Tuesday, September 11, 2012

Psalm 49 and Alexander the Great

Psalm 49:10-12
10 For he sees that even the wise die; the fool and the stupid alike must perish and leave their wealth to others.
11 Their graves are their homes forever, their dwelling places to all generations, though they called lands by their own names.
12 Man in his pomp will not remain; he is like the beasts that perish.

There is no such thing as a glorious corpse.

No one can look at a dead body and be impressed with the power that person has, because there is no power.

I can imagine watching Alexander the Great being buried. He was put in a gold sarcophagus (which was stolen and eventually replaced with a glass one for the sake of coin making) but he surely looked like no pompous king. Some say a visitor accidentally knocked off his nose. The man who felt he owned the world laid still, limp, and stinky. Where was his greatness now? He couldn't even overcome death. His cold, dead body could defy no one; his worthless mind could rule nothing. Alexander the Great's glory is limited to historical memory. (And his kingdom quickly went into shambles after he died.)

So how vain it is to chase after our own glory!

A gorgeous bayfront home cannot be your dwelling place forever.
A toned, beautiful body will not be your body forever.
At one point you will be left with what you came to the world with, no matter how successful and/or self-made you are.

This reality has at least 2 major applications:
1) Seek what comes after death. It's inevitable, so find out everything you can about your options. Most people are more informed about car insurance than eternity.
2) Trust in the Man whose glory remains forever. He died but did not remain a corpse. He resurrected and has all power, all wisdom, all authority, all glory, FOREVER.

Wednesday, September 5, 2012

Cheap, Classy "Frame"

Cost: about $4
Elongated tile from lowes or home depot ($1.50)
4-6 pictures ($1 or less) ...I used 4x6
Picture stand from Walmart ($0.97)

Cover work surface (I use an old hand towel.)
Arrange pictures and trim if necessary. Remove.
Apply a coat of mod podge to the tile.
Place the pictures.
Apply a coat of mod podge (or use a solution of about 50% mod podge, 50% water like I did.)
Let dry.
Put on stand.

Voila! A great gift or a piece of home decor for yourself! Lots of creative potential with this but I just covered the frame.

Mod podge and sponge (on hand)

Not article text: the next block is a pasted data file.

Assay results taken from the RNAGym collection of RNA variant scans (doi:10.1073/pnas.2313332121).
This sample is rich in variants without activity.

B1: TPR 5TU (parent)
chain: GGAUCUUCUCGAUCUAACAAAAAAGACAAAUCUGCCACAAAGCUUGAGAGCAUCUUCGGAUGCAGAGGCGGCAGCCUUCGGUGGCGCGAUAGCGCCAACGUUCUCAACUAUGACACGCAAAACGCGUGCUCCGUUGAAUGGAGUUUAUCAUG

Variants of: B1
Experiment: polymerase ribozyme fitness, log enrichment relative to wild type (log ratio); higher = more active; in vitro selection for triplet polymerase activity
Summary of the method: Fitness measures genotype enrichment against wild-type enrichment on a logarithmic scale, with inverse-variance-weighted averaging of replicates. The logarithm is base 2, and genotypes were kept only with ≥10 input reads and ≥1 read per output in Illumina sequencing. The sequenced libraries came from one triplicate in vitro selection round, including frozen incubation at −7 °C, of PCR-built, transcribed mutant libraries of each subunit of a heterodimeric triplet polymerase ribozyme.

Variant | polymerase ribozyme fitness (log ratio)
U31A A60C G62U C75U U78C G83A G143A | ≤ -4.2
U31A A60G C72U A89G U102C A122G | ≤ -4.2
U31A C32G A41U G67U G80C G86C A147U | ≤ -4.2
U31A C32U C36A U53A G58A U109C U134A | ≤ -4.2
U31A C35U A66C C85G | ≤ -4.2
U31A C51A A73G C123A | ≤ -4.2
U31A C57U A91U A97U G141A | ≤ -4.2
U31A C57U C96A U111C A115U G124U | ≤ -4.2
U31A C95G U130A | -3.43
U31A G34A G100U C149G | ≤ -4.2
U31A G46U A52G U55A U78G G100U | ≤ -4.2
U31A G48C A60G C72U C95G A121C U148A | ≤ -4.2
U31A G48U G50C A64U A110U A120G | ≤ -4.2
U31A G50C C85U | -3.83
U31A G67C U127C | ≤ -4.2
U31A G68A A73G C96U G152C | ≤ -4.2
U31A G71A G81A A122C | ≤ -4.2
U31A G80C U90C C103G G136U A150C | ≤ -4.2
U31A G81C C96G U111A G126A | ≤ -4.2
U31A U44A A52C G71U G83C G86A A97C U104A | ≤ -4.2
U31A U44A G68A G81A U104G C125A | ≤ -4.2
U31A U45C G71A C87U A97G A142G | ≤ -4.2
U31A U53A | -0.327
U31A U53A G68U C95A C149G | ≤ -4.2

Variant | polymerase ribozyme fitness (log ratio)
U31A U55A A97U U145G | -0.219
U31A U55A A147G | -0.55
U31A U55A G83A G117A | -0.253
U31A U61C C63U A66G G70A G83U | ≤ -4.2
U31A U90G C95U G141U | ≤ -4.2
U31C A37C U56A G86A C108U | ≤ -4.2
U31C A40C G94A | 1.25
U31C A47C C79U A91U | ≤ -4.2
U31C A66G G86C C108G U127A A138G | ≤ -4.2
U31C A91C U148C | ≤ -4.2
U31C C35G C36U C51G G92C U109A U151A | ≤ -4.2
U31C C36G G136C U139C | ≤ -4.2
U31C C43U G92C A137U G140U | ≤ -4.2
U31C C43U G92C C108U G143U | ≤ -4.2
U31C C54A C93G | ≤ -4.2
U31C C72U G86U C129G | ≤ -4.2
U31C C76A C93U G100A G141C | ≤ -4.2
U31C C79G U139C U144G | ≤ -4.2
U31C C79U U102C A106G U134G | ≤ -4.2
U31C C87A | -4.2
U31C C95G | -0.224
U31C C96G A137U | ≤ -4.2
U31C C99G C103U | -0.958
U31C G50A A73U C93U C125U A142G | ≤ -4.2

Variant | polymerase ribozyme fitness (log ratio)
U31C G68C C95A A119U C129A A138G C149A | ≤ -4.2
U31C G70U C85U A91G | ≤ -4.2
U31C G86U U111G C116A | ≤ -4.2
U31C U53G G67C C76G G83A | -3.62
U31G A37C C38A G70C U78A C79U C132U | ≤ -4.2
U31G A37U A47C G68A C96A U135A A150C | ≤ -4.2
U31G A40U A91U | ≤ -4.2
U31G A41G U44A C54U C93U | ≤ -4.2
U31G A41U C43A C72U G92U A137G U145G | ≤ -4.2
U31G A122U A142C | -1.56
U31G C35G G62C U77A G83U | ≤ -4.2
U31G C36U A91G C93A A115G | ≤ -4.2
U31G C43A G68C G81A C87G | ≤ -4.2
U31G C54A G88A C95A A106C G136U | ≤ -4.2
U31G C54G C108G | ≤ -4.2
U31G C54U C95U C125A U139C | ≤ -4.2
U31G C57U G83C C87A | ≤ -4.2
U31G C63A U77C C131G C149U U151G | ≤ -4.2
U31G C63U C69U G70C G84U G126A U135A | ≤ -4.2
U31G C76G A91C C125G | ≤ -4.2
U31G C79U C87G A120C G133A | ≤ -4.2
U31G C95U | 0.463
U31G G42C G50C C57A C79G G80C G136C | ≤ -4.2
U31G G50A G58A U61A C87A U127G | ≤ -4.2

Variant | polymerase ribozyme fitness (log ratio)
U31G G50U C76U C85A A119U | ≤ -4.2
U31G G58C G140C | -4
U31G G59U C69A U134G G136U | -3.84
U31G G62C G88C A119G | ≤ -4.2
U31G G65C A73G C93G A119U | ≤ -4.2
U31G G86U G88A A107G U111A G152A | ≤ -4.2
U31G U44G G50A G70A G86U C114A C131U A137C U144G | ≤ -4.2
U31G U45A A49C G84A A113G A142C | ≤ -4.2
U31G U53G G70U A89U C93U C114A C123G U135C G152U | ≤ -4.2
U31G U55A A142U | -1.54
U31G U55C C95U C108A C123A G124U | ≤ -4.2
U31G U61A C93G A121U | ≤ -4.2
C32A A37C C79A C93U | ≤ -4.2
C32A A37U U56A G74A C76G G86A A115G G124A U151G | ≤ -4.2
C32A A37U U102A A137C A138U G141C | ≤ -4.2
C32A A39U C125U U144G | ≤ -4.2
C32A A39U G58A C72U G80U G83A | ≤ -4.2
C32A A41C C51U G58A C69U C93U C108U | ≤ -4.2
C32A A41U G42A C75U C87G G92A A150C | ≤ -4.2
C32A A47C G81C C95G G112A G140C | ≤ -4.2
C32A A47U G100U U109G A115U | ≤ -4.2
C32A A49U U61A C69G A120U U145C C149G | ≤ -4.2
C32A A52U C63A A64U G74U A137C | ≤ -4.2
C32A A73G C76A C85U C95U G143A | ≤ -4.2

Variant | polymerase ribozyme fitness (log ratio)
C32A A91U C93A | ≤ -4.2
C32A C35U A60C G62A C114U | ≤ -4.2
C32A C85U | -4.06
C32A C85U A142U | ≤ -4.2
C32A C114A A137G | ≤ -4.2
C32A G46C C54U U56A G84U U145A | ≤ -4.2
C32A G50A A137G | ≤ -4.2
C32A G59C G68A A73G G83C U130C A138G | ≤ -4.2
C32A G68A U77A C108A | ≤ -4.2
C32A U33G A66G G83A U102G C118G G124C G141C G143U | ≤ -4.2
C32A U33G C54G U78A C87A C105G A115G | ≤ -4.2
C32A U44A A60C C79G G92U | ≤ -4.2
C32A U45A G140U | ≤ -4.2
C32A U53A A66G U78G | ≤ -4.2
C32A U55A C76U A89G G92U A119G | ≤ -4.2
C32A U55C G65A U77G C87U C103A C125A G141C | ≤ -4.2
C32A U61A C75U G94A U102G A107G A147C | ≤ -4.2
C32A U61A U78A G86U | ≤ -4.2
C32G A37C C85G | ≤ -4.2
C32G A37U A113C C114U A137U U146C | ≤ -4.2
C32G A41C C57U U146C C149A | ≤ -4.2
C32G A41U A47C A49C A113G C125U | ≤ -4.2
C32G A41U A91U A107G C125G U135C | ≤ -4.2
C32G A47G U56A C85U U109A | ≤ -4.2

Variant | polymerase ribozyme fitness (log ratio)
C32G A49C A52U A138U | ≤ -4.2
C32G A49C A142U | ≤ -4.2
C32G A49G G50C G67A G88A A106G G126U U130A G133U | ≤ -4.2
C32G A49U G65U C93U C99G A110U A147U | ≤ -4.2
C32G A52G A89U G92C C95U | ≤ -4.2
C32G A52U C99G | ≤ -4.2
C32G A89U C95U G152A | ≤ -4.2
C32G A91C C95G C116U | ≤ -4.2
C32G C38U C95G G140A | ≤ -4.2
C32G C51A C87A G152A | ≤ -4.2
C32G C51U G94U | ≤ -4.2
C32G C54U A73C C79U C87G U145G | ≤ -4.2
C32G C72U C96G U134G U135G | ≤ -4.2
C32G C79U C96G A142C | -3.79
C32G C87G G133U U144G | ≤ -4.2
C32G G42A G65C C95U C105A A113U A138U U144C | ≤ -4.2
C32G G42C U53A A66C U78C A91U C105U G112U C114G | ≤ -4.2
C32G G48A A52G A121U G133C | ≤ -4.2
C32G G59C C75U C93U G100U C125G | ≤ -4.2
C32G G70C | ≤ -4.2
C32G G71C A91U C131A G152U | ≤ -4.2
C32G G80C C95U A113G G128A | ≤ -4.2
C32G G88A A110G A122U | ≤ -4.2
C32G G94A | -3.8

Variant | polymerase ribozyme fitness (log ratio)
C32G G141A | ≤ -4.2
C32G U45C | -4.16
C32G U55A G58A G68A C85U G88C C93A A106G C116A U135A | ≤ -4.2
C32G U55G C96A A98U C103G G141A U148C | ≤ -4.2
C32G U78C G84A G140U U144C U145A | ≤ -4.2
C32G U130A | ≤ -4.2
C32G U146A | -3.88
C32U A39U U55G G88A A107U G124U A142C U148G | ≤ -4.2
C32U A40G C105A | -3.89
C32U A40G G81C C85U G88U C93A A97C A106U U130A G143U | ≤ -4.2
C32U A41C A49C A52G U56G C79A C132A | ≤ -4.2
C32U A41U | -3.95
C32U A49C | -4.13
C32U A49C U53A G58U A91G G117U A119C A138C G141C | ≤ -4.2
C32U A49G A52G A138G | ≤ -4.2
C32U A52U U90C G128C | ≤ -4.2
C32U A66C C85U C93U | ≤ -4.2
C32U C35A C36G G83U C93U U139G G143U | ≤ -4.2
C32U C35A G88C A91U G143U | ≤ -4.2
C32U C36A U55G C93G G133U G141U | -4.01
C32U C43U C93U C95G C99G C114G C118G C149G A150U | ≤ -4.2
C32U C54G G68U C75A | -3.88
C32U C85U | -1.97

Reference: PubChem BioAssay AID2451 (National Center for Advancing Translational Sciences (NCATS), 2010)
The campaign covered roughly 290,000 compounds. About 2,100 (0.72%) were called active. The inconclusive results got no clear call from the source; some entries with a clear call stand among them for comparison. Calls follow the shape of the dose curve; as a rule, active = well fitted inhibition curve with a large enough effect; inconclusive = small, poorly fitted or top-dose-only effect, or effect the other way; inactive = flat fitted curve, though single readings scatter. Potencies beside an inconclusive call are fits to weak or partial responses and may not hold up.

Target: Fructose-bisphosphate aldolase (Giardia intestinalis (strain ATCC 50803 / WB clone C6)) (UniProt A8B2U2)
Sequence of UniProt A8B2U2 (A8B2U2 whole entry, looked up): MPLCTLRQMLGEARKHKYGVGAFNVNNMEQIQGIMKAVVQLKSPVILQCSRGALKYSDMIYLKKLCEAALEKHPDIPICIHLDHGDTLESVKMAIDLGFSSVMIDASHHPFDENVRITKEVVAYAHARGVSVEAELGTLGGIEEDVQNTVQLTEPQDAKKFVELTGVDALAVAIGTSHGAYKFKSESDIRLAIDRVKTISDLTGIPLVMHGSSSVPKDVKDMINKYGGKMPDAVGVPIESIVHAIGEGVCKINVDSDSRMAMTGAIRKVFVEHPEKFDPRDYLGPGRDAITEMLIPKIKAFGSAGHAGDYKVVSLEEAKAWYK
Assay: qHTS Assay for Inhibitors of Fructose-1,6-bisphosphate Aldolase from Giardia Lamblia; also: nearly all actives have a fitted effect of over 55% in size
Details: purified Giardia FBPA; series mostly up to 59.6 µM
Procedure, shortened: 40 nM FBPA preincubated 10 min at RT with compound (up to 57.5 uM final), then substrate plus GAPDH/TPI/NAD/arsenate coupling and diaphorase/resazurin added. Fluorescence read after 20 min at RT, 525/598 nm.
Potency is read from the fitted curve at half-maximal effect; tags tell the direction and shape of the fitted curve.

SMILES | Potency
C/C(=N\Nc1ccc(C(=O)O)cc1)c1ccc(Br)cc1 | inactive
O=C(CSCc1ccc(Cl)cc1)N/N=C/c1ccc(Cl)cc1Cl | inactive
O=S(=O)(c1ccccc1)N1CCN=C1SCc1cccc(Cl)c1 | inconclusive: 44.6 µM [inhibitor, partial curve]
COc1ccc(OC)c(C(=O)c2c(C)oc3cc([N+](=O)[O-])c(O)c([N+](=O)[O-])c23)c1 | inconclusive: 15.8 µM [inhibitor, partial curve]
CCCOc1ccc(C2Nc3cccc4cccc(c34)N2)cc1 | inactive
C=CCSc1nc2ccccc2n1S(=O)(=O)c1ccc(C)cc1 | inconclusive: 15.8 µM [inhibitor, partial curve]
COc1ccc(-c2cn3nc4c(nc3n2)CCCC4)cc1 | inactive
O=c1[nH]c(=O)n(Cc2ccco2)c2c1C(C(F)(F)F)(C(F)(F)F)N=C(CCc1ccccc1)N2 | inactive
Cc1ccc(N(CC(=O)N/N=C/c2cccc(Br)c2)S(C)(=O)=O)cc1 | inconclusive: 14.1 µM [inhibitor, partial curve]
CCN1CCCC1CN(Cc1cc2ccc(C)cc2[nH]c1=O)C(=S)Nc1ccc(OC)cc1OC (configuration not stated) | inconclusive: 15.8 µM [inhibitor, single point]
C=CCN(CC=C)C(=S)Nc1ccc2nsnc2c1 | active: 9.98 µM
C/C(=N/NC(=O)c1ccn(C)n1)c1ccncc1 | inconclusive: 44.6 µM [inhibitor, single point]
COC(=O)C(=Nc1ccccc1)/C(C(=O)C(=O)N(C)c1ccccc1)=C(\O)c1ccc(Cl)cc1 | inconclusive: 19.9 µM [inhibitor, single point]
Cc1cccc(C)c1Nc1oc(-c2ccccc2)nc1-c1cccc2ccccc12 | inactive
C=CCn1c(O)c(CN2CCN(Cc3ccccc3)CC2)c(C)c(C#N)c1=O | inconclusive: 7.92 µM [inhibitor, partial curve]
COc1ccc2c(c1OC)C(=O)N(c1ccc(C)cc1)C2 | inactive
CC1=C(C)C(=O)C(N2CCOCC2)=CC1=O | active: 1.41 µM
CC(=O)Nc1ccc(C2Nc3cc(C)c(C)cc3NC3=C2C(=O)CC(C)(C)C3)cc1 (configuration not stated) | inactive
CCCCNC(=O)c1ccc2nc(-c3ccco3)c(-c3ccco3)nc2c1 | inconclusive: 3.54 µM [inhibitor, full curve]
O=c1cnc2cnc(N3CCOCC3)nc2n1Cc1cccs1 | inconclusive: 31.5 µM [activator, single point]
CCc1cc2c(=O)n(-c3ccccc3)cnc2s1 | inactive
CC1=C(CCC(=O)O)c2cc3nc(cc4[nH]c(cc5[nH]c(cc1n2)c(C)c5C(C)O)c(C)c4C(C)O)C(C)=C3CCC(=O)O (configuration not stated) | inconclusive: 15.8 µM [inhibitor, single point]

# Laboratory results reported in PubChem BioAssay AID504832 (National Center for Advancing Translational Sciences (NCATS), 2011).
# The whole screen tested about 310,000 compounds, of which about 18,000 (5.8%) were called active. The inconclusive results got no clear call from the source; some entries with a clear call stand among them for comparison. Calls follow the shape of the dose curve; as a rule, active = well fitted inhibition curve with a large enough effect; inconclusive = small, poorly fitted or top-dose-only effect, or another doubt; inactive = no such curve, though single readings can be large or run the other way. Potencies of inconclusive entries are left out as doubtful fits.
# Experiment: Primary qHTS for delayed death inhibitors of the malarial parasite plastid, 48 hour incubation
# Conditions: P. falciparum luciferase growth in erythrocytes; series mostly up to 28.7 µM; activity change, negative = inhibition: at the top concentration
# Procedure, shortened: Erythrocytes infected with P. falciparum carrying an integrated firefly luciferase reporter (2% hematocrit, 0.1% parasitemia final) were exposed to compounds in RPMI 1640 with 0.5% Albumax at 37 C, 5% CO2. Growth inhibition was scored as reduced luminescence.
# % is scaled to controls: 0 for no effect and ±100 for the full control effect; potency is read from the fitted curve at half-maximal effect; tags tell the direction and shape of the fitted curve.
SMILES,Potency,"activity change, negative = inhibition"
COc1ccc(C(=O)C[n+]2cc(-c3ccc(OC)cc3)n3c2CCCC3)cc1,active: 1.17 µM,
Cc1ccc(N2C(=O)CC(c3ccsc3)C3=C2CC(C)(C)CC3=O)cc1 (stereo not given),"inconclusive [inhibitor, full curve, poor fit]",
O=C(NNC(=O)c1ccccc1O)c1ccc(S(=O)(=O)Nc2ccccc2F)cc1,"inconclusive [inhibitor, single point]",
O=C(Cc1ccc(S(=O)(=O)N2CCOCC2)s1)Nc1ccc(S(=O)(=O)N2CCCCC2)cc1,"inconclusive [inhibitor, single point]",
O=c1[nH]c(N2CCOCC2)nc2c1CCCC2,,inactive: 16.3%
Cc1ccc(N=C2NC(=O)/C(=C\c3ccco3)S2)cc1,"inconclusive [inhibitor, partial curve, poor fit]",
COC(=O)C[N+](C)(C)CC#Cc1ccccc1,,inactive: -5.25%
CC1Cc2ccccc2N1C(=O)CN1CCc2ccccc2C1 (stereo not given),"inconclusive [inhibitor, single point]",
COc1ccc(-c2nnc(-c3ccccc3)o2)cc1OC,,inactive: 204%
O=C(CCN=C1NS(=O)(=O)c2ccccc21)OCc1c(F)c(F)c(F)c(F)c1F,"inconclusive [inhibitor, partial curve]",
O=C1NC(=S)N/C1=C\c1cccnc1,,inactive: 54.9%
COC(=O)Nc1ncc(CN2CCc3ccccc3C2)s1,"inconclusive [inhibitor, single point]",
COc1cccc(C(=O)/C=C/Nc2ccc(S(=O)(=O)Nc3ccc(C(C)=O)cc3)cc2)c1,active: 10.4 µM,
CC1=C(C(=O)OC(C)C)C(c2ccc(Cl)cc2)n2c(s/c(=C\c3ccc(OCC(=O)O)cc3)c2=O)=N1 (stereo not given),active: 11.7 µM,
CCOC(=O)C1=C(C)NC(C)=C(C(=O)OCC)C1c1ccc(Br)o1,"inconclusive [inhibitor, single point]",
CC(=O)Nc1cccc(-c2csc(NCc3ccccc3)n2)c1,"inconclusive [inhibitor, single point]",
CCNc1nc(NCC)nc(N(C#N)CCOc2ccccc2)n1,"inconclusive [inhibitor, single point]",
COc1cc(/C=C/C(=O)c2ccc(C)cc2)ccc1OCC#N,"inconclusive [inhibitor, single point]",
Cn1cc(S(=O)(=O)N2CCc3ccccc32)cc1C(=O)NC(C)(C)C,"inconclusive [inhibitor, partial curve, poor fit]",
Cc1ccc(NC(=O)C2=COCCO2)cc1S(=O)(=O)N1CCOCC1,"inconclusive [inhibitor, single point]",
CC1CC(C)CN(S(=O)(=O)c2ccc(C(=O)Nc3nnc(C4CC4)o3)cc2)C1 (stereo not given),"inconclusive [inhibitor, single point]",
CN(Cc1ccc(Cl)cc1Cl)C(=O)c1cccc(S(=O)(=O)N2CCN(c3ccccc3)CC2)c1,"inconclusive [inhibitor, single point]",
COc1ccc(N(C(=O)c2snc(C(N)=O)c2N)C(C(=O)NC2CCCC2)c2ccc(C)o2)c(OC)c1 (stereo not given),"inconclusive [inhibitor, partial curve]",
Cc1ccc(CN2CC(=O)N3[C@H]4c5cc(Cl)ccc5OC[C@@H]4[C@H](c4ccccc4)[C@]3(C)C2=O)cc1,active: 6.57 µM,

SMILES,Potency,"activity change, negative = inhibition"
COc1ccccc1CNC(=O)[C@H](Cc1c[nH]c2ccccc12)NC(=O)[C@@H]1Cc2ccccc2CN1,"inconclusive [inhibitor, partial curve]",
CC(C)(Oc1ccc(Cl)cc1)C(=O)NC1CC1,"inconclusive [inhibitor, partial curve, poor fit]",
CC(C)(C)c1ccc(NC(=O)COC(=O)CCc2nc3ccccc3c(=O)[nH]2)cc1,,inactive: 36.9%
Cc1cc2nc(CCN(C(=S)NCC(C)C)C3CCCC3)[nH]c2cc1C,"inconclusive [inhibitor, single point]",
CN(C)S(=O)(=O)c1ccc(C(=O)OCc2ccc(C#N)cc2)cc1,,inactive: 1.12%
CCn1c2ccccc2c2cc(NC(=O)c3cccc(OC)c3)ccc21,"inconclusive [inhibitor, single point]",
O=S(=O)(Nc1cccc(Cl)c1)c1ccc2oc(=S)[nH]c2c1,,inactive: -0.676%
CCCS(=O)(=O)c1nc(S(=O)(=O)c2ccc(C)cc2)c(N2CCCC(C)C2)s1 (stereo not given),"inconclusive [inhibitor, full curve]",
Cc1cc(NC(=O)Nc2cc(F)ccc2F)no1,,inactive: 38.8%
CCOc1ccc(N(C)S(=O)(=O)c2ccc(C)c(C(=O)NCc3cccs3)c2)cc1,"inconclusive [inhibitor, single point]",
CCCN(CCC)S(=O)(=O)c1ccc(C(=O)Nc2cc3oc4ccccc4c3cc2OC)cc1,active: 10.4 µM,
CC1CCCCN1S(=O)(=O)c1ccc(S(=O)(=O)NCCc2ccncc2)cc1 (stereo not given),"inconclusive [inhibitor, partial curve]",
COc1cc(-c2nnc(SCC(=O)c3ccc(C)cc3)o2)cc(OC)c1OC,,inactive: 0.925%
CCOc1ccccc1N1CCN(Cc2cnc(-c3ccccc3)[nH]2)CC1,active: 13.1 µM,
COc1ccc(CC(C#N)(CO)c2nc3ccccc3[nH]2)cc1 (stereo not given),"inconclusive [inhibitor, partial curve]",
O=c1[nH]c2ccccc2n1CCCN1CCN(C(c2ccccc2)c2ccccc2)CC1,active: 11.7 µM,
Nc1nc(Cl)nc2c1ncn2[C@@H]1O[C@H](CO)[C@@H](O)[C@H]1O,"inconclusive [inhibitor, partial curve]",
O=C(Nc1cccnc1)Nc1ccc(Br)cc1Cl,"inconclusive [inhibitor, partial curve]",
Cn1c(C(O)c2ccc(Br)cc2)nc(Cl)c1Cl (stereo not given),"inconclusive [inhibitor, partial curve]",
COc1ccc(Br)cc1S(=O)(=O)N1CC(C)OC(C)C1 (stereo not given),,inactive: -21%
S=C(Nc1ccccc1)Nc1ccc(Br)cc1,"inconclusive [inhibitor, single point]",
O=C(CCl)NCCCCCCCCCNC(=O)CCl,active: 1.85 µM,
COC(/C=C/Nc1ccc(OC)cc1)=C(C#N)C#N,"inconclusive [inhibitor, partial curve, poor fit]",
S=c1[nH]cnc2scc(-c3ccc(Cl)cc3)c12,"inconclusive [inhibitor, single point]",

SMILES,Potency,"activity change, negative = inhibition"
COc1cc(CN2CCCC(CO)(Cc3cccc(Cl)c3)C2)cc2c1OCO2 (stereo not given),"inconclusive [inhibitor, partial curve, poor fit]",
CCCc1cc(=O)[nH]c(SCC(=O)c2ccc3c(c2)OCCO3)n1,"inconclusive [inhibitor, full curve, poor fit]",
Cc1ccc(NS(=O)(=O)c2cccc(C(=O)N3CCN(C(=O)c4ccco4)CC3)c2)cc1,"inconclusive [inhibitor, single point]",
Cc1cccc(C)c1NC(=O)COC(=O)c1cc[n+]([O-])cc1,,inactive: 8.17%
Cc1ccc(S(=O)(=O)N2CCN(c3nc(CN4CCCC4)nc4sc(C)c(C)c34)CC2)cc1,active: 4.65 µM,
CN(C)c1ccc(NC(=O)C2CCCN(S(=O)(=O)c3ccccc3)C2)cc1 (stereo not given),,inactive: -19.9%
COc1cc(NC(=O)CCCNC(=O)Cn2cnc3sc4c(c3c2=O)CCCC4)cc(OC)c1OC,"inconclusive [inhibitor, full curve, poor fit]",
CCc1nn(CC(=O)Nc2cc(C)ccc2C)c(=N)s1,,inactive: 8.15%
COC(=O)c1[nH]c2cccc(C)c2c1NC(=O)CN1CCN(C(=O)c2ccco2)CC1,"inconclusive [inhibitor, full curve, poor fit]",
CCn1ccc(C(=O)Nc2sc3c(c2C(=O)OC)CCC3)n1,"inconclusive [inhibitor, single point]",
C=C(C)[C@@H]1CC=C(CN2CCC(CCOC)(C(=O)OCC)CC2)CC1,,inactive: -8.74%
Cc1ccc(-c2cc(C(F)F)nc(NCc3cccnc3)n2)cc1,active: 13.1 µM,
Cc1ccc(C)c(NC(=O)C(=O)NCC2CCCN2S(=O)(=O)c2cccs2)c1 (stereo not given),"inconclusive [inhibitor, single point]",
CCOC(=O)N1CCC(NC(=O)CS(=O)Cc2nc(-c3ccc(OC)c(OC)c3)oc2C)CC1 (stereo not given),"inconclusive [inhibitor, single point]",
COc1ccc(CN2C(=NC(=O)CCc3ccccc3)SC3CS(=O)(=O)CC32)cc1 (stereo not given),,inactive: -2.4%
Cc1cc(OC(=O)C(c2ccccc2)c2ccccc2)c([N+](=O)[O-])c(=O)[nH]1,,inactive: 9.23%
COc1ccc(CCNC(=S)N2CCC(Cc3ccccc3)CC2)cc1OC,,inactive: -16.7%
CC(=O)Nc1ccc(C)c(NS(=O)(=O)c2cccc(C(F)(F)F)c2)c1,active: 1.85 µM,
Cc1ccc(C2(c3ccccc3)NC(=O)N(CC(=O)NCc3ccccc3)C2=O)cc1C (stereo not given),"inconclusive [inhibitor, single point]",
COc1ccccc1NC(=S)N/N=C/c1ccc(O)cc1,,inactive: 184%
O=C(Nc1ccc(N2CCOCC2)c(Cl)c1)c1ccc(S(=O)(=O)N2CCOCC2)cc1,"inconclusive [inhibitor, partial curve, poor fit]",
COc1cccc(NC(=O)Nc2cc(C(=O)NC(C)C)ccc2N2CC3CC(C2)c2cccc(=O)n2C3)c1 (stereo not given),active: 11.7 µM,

Tuesday, August 21, 2012

When You've Adapted to Darkness

"I could hardly find the toilet!" a visitor recently commented after using my bathroom. "Why don't you just change the lights?"

"It's not that bad," I replied with a I-see-what-you're-saying-but-I'm-not-gonna-change-anything grin. "Plus, it saves on our electric bill!"

Recently our bathroom's 4th (out of 5) light bulb went out, which brought my attention to the fact that we had any lights out at all. But even though it was now noticeably dark in there, my plan was to adapt to it like I had for all the others...until that fifth little guy gives up the ghost, in which case...I might get used to that as well.

My husband was less tolerant than I and made a maintenance request. Later that day I walked into my bathroom and literally jumped out of fear. I felt like I went outside in the middle of the day. It was blindingly bright. One glance in the mirror alerted me of some unsightly blemishes I Iiterally never saw when my bathroom was dark. This was NOT my old bathroom.

Peter had a similar response when he came home from work. "Did they change the lights?" he asked as he was heading for the bathroom. "You'll see," I replied. A few seconds later I hear "Whoa! It's a whole new room!!!"

I say all this because my attitude towards bathroom darkness reflects what my attitude towards spiritual darkness used to be. I didn't realise the clarity I was missing, and I was okay with the dimness of...myself.

But Christ has delivered us from the domain of darkness and transferred us to the kingdom of His beloved Son, in whom we have redemption, the forgiveness of sins! Now I can more clearly perceive my faults through the mirror of God's Word (by the conviction of the Holy Spirit) and can continue pressing on towards holiness.

O dear non-Christian, put an end now to your contentment in death and darkness! Walk in the light, as HE is in the light!!!

Sunday, July 29, 2012

Boy Names